How Are Trump’s Tax Cuts Working Out For You?

President Donald Trump.

CBS4 reports on the story of one Denver woman for whom 2017’s so-called “Tax Cuts and Jobs Act” had a rude surprise in wait — a YUGE tax bill instead of the refund she expected:

Isadora Bielsky typically gets a tax refund, but not this year. In fact, she is one of thousands of Americans who got a big surprise when filing taxes.

“I plugged it all in and at first I thought oh my goodness we’re getting $8,000 back and then I realized it was the wrong color; so, I went back in and checked everything and I started to cry,” she told CBS News…

The Internal Revenue Service says last year refunds averaged around $2,100 dollars, so far this year, the number is around $1,900.

“I believe in paying taxes, but you can’t expect average Americans who have bills to pay and things they want to do. To save money that they don’t know they’re going to need,” said Bielsky.

An $8,000 surprise tax bill isn’t a typical case, but the story is consistent with a growing trend of Americans discovering that the tax cut they thought they were getting isn’t showing up on their 1040. Although many Americans saw slight increases in their take-home pay, as it turns out they simply weren’t withholding enough–a problem that conveniently only revealed itself after the 2018 midterm elections.

If you’ve already filed your taxes for 2018, did you see a change from the prior year?

And was it a good change?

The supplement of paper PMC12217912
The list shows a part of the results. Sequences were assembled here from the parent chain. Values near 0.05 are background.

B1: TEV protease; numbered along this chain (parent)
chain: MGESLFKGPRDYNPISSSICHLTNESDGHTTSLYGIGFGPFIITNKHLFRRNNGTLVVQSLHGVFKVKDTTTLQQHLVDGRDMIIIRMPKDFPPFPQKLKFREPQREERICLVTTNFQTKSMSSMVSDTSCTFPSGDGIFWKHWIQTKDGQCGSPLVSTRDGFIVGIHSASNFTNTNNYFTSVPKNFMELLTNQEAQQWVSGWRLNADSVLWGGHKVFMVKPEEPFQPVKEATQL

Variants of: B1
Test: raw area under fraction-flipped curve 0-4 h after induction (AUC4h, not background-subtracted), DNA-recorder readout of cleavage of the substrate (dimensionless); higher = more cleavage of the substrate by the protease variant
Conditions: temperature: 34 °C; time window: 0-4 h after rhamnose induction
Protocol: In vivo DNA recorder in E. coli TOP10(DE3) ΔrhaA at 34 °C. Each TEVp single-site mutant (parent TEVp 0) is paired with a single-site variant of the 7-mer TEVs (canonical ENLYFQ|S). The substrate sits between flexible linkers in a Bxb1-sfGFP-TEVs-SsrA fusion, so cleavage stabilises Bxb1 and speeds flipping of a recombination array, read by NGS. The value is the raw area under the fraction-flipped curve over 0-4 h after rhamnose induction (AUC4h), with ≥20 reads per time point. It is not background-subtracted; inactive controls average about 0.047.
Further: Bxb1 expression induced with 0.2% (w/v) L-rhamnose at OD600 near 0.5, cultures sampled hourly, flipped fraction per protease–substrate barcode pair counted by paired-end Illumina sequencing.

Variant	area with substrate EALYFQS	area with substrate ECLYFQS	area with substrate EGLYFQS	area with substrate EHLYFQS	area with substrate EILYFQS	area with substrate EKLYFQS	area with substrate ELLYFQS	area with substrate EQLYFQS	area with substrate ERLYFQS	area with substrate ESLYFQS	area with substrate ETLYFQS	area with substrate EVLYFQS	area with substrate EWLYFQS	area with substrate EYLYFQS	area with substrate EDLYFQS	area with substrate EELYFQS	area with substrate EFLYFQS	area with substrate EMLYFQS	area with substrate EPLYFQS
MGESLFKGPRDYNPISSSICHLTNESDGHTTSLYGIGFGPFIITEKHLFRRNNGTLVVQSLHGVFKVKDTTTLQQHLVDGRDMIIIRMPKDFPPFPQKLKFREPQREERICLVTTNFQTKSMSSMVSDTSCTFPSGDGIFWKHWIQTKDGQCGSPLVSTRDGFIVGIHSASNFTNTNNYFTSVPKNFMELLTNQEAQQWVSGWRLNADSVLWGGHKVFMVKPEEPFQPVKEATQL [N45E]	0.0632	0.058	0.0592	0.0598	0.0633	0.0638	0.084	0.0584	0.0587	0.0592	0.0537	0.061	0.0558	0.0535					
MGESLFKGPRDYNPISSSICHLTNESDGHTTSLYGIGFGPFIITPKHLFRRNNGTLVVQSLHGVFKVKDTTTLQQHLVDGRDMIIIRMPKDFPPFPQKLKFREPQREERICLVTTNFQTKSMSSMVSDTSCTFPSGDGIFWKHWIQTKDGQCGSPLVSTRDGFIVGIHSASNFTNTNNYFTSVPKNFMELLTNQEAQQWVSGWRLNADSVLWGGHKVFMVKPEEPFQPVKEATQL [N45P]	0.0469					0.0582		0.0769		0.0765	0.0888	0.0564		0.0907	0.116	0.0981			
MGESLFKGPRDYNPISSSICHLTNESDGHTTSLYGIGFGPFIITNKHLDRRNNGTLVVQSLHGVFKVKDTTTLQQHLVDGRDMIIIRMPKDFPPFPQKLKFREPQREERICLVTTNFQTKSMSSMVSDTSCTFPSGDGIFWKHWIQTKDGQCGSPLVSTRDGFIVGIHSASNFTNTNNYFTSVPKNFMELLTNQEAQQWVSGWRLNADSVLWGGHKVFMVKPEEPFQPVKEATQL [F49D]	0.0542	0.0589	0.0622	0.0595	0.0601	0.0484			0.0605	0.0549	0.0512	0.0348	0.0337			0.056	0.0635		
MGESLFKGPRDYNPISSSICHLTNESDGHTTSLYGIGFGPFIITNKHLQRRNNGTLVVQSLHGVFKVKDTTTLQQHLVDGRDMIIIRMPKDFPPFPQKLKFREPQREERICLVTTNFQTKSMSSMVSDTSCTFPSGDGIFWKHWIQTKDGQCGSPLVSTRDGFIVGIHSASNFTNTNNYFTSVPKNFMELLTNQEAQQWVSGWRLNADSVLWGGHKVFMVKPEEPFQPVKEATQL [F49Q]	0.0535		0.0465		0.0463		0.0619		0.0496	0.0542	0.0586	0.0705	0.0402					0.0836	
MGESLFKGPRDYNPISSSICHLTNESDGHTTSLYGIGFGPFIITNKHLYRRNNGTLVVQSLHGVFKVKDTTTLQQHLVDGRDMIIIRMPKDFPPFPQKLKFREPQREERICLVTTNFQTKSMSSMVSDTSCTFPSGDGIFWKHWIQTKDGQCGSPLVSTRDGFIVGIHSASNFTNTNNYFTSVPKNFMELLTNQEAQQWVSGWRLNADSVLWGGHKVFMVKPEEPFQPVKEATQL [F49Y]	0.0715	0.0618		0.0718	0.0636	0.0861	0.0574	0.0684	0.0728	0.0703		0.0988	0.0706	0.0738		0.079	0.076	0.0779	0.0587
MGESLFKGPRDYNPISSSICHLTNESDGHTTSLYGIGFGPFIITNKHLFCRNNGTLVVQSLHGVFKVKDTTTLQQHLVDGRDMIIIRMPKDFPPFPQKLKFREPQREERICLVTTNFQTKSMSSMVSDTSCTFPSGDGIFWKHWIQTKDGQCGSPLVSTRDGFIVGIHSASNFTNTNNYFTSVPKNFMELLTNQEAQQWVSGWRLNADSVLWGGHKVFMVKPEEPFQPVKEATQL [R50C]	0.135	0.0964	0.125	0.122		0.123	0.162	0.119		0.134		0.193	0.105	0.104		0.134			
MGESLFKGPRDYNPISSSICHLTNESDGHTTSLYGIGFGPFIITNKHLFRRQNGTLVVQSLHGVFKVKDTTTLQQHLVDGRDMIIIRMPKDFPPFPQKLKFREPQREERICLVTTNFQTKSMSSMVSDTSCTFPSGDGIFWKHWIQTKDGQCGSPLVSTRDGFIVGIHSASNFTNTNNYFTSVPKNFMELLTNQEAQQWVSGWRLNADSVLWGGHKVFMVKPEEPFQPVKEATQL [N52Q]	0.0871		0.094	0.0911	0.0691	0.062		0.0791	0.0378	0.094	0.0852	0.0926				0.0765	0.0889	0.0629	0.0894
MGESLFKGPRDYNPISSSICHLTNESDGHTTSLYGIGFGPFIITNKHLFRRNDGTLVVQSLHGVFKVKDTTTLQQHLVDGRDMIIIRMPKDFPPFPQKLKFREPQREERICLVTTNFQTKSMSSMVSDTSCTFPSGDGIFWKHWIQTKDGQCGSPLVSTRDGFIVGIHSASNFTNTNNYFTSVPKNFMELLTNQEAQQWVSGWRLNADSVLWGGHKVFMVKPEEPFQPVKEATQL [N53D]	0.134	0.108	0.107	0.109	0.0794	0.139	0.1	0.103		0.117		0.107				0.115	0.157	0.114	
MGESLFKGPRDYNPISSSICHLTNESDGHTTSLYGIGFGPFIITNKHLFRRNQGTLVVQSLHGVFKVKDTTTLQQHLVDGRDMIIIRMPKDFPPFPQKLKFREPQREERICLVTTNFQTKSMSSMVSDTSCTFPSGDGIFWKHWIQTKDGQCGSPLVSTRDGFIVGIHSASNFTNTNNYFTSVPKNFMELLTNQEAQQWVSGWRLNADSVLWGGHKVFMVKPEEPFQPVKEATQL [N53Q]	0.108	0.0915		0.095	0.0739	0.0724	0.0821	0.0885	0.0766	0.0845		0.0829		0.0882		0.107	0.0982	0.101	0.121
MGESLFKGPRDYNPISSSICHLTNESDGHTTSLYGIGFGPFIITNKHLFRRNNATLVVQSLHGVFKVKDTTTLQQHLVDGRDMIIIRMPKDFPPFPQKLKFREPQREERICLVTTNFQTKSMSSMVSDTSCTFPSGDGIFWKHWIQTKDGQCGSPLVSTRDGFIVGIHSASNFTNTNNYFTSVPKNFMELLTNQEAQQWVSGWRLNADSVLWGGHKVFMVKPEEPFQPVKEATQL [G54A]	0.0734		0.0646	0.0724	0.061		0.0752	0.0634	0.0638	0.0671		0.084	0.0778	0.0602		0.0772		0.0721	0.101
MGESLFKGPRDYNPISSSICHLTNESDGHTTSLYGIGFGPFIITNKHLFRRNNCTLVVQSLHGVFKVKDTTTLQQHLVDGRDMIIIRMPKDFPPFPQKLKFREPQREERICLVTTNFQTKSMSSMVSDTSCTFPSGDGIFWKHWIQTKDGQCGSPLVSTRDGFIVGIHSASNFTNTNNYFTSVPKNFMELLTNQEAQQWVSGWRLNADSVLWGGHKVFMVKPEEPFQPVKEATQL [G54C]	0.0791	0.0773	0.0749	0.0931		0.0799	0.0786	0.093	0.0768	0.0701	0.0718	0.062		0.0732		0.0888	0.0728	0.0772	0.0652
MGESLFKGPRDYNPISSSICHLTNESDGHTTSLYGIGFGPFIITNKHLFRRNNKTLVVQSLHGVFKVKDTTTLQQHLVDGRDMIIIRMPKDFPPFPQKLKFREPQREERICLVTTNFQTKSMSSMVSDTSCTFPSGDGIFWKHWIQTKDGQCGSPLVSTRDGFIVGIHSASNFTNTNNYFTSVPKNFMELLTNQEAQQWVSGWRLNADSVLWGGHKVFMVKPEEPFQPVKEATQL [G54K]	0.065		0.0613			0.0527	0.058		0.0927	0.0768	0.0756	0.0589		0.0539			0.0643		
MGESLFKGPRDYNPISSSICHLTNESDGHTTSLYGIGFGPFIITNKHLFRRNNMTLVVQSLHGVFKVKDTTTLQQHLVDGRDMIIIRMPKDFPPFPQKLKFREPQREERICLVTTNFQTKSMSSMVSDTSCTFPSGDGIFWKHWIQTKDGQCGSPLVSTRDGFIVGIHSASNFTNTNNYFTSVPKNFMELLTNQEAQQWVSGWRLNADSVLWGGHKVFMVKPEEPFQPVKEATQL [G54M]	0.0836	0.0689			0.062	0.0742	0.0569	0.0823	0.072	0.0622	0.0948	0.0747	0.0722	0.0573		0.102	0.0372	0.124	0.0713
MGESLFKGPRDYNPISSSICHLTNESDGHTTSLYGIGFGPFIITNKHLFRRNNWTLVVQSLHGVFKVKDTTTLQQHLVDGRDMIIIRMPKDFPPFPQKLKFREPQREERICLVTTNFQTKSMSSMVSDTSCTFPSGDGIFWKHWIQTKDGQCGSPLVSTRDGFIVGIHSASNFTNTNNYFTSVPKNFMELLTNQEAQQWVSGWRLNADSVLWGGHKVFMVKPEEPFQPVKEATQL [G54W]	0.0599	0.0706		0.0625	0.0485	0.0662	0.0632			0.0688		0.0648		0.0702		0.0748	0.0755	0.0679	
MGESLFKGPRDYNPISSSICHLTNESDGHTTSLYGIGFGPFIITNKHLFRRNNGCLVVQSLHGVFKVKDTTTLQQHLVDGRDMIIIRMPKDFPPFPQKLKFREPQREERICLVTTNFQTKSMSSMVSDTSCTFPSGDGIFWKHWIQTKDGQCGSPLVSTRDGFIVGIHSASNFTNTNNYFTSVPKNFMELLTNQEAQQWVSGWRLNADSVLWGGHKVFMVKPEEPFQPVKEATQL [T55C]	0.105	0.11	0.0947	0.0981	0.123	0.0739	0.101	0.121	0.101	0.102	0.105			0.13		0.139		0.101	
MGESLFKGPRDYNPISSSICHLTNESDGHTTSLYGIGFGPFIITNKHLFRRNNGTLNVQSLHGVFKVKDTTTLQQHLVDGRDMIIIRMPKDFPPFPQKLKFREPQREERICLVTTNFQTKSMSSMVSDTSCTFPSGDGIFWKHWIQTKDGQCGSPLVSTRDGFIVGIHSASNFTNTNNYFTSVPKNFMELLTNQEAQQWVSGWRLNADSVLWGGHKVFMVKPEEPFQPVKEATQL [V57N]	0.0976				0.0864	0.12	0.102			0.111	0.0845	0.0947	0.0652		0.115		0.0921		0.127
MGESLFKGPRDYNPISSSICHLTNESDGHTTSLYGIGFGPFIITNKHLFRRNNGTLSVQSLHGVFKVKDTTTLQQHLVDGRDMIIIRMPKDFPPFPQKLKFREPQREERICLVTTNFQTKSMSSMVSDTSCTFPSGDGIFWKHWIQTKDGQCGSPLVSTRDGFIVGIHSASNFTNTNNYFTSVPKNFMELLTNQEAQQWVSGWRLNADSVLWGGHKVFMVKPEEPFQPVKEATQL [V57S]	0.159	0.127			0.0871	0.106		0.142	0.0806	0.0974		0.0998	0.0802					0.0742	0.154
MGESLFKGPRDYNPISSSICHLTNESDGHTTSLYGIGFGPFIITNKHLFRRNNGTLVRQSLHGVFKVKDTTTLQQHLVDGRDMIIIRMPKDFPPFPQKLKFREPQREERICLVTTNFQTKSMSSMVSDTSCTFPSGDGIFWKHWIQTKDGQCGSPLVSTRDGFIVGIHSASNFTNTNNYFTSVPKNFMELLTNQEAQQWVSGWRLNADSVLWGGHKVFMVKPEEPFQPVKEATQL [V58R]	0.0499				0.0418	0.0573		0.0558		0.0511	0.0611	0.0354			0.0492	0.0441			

If not, the Trump tax cuts simply weren’t about you.

4 Community Comments, Facebook Comments

  1. Diogenesdemar says:

    Too often, when people talk about refunds changing from one year to the next, it’s not a great comparision — apples to oranges — because of the withholdings changes (reductions) for which there was no real basis anyway, except that the Republicans needed to show something for their giveaway to billionaires and corporations, even if it was only the equivalent of an annual Costco membership (h/t Paul Ryan (Asshole – Wisconsin).

    Part of the problem is that when the withholding was changed (reduced in most cases) in early 2018, people were getting larger (but not significantly larger) take-home checks — and they also expected the same or, even increased refunds?!? That was never going to happen in many/most middle- and lower-income cases — you know, for most of us.

    As I mentioned earlier this week, my actual total federal tax payments increased under the new law scam, by $1,400 in 2018 over 2017 (on just a smallish $3,000 increase in total gross income). This was due to my loss, under the new law, of being able to claim certain deductions that I claimed in 2017 and prior. Those lost deductions under the new law meant that I was actually unable to itemize for 2018, and had to just take the standard deduction.

    I wasn’t surprised. My accountant ran a comparison for me when I filed in 2017 letting me know how Cory (Lying Weasel Shitbag – Colorado) and the GOPers were actually affecting me. (. . . I mean, of course, besides ignoring healthcare, education, infrastructure, human rights, and fucking the environment planetwide.)

    I’m still getting a refund this year, because I always overwithhold, albeit, a much, much smaller refund.

    More GOPtastic news: It’s only going to get worse for most people. The GOPers set it up so that the “middle-class” portion of their tax-cut scam is being phased out incrementally over the next five years.

    So, either:  1) adjust your withholding now, or 2) be prepared for even smaller refunds, or 3) be prepared to actually have to pay in, instead of getting a refund . . . 

    . . . oh, and, or 4) just become a billionaire yourself and the GOPers’ tax scam will reward you generously (and Cory may even offer you oral sex — if you make a qualifying voluntary donation, of course.  Duh.)!

  2. JohnInDenver says:

    There are multiple IRS press releases with some variation of this in them:

    IR-2019-15, February 13, 2019